While lifting weights in the Seldon Jackson College gymnasium on a rainy autumn night, Jaed Coffin heard the distinctive whacking sound of sparring boxers down the hall. A year out of college, he had been biding his time as a tutor at a local high school in Sitka, Alaska, without any particular life plan. That evening, Coffin joined a ragtag boxing club. For the first time, he felt like he fit in. Coffin washed up in Alaska after a forty-day solo kayaking journey. Born to an American father and a Thai mother who had met during the Vietnam War, Coffin never felt particularly comfortable growing up in his rural Vermont town. Following his parents' prickly divorce and a childhood spent drifting between his father's new white family and his mother's Thai roots, Coffin didn't know who he was, much less what path his life should follow. His father's notions about what it meant to be a man--formed by King Arthur legends and calcified in the military--did nothing to help. After college, he took to the road, working odd jobs and sleeping in his car before heading north. Despite feeling initially terrified, Coffin learns to fight. His coach, Victor "the Savage," invites him to participate in the monthly Roughhouse Friday competition, where men contend for the title of best boxer in southeast Alaska. With every successive match, Coffin realizes that he isn't just fighting for the championship belt; he is also learning to confront the anger he feels about a past he never knew how to make sense of. Deeply honest and vulnerable, Roughhouse Friday is a meditation on violence and abandonment, masculinity, and our inescapable longing for love. It suggests that sometimes the truth of what's inside you comes only if you push yourself to the extreme.
Jack Dempsey was perfectly suited to the time in which he fought, the time when the United States first felt the throb of its own overwhelming power. For eight years and two months after World War I, Dempsey, with his fierce good looks and matchless dedication to the kill, was heavyweight champion of the world. A Flame of Pure Fire is the extraordinary story of a man and a country growing to maturity in a blaze of strength and exuberance that nearly burned them to ash. Hobo, roughneck, fighter, lover, millionaire, movie star, and, finally, a gentleman of rare generosity and sincerity, Dempsey embodied an America grappling with the confusing demands of preeminence. Dempsey lived a life that touched every part of the American experience in the first half of the twentieth century. Roger Kahn, one of our preeminent writers about the human side of sport, has found in Dempsey a subject that matches his own manifold talents. A friend of Dempsey's and an insightful observer of the ways in which sport can measure a society's evolution, Kahn reaches a new and exciting stage in his acclaimed career with this book. In the story of a man John Lardner called "a flame of pure fire, at last a hero," Roger Kahn finds the heart of America.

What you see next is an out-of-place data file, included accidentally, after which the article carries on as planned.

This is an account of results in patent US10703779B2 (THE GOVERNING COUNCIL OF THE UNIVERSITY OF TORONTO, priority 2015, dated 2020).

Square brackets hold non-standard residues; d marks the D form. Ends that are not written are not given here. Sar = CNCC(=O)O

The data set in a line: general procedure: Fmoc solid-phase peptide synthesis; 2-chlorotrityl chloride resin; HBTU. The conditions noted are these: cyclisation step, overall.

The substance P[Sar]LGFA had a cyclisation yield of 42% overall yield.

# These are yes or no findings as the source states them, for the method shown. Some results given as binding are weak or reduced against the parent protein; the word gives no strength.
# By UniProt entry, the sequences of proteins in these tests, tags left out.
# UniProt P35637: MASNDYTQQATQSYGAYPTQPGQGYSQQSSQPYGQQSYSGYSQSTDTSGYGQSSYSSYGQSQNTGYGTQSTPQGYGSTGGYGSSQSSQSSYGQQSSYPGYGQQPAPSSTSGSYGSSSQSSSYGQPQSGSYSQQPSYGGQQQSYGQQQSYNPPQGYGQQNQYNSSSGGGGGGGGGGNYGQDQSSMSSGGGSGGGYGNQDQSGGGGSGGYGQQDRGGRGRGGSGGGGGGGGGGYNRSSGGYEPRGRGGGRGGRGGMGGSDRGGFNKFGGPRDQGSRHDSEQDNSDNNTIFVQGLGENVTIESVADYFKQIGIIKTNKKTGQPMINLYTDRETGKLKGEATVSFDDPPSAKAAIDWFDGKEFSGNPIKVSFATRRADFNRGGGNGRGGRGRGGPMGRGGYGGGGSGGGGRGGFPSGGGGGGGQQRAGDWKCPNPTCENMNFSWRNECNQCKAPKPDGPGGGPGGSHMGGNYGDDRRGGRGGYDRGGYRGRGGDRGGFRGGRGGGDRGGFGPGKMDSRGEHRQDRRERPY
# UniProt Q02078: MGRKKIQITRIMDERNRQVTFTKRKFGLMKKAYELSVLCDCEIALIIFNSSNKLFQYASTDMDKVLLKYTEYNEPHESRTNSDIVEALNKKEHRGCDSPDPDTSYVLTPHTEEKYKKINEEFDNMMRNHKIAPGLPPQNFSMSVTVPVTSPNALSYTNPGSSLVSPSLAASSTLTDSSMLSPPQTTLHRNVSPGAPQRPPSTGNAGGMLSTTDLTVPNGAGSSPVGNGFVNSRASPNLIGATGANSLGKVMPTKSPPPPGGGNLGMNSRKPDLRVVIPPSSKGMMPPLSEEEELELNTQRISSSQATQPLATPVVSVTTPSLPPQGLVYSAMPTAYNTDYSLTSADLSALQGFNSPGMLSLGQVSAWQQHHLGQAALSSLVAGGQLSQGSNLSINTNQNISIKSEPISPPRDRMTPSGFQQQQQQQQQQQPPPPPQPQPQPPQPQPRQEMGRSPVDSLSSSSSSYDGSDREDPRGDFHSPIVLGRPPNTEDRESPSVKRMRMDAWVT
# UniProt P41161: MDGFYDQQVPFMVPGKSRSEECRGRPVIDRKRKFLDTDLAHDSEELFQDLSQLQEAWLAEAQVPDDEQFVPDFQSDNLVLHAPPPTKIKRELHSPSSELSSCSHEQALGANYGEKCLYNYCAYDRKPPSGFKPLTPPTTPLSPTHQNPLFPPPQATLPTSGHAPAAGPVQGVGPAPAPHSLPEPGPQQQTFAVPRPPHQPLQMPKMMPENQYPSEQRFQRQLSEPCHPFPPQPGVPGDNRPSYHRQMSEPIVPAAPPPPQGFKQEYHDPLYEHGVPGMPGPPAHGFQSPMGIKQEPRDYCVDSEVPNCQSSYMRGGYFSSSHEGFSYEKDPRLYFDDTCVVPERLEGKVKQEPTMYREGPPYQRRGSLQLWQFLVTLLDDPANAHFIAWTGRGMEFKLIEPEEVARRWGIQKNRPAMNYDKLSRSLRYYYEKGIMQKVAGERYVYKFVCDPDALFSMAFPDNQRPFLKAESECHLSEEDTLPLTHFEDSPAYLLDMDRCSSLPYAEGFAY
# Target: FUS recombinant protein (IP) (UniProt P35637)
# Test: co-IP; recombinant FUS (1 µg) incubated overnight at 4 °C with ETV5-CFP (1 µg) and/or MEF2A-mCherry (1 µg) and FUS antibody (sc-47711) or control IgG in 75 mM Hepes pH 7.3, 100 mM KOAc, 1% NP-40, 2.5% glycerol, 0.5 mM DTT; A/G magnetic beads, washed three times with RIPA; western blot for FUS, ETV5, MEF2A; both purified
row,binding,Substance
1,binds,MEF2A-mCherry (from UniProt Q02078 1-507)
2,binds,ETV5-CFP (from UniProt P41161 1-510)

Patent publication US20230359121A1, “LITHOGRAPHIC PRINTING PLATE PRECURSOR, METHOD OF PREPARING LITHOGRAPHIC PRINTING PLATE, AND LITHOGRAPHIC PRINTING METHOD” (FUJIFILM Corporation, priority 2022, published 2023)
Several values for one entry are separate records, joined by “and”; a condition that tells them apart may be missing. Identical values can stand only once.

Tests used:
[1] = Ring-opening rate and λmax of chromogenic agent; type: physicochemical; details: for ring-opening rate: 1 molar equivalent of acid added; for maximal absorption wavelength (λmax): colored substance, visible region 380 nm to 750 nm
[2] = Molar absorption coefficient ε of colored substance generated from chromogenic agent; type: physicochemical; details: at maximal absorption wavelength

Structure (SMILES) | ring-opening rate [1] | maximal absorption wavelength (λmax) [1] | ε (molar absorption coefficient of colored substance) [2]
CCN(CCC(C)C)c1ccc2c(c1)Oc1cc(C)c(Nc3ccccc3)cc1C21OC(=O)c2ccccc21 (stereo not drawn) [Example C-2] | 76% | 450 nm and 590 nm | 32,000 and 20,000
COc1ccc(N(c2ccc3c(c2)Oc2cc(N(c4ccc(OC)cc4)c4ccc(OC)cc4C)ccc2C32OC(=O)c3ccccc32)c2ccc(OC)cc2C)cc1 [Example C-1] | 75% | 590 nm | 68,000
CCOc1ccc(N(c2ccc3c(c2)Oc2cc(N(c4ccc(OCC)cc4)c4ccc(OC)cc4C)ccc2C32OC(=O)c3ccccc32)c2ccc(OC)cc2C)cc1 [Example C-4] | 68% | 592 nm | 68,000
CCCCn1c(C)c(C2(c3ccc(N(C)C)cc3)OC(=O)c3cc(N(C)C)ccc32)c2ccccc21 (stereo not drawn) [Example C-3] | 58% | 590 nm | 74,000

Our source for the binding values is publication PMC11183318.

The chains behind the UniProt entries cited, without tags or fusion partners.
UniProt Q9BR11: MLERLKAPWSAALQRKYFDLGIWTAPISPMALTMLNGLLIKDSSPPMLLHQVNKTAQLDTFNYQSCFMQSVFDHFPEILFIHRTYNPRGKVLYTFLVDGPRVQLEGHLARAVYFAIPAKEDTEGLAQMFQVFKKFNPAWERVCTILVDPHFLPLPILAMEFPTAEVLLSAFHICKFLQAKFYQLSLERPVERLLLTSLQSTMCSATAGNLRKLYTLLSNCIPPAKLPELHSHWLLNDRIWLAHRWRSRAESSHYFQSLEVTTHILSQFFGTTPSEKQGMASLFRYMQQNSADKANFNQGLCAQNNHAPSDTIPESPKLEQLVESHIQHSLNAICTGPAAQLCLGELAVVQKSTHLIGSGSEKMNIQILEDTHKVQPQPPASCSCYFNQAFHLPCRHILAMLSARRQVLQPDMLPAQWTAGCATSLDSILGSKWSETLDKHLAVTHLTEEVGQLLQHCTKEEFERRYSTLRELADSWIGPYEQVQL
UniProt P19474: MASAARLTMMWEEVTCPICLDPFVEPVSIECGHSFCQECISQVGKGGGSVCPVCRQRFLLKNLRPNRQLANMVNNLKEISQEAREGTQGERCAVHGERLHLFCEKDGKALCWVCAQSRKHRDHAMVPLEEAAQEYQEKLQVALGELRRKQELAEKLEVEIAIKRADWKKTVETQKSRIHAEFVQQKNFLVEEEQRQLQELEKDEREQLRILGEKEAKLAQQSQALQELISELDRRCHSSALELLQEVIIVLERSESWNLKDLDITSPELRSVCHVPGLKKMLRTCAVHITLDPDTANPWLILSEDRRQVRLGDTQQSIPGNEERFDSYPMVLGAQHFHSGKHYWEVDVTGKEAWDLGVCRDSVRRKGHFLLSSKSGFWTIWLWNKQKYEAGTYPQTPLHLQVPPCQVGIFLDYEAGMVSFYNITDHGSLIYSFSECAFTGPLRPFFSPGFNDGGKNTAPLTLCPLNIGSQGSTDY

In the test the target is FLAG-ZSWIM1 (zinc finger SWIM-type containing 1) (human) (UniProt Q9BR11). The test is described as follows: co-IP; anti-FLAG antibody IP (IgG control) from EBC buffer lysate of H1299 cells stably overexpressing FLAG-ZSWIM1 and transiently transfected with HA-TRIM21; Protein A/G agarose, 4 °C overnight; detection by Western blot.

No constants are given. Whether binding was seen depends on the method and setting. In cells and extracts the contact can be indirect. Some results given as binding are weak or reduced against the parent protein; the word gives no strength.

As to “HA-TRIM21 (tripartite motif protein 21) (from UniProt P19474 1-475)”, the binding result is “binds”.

Perhaps no other figure in recent history has had the wide-reaching impact of the man many know simply as "The Greatest." For four decades Muhammad Ali has been a symbol of honesty and strength in sports, politics, religion, and civil rights. Throughout his remarkable career, Ali was one who truly had to be seen to be believed. But while Ali's achievements have frequently been chronicled in prose, never before has his extraordinary career been documented in images. Muhammad Ali: Ringside is dedicated to one of the most popular athlete-entertainers of all time. Included are vintage posters and programs, fight tickets, handwritten letters, classic photographs, speeches, scorecards, contracts, and rare autographs -- all from Ali's personal memorabilia. Divided chronologically into four sections, one for each decade from the 1960s to the 1990s, the book includes written narrative recountings of Ali's accomplishments by noted writers and entertaining quotes from Ali's contemporaries.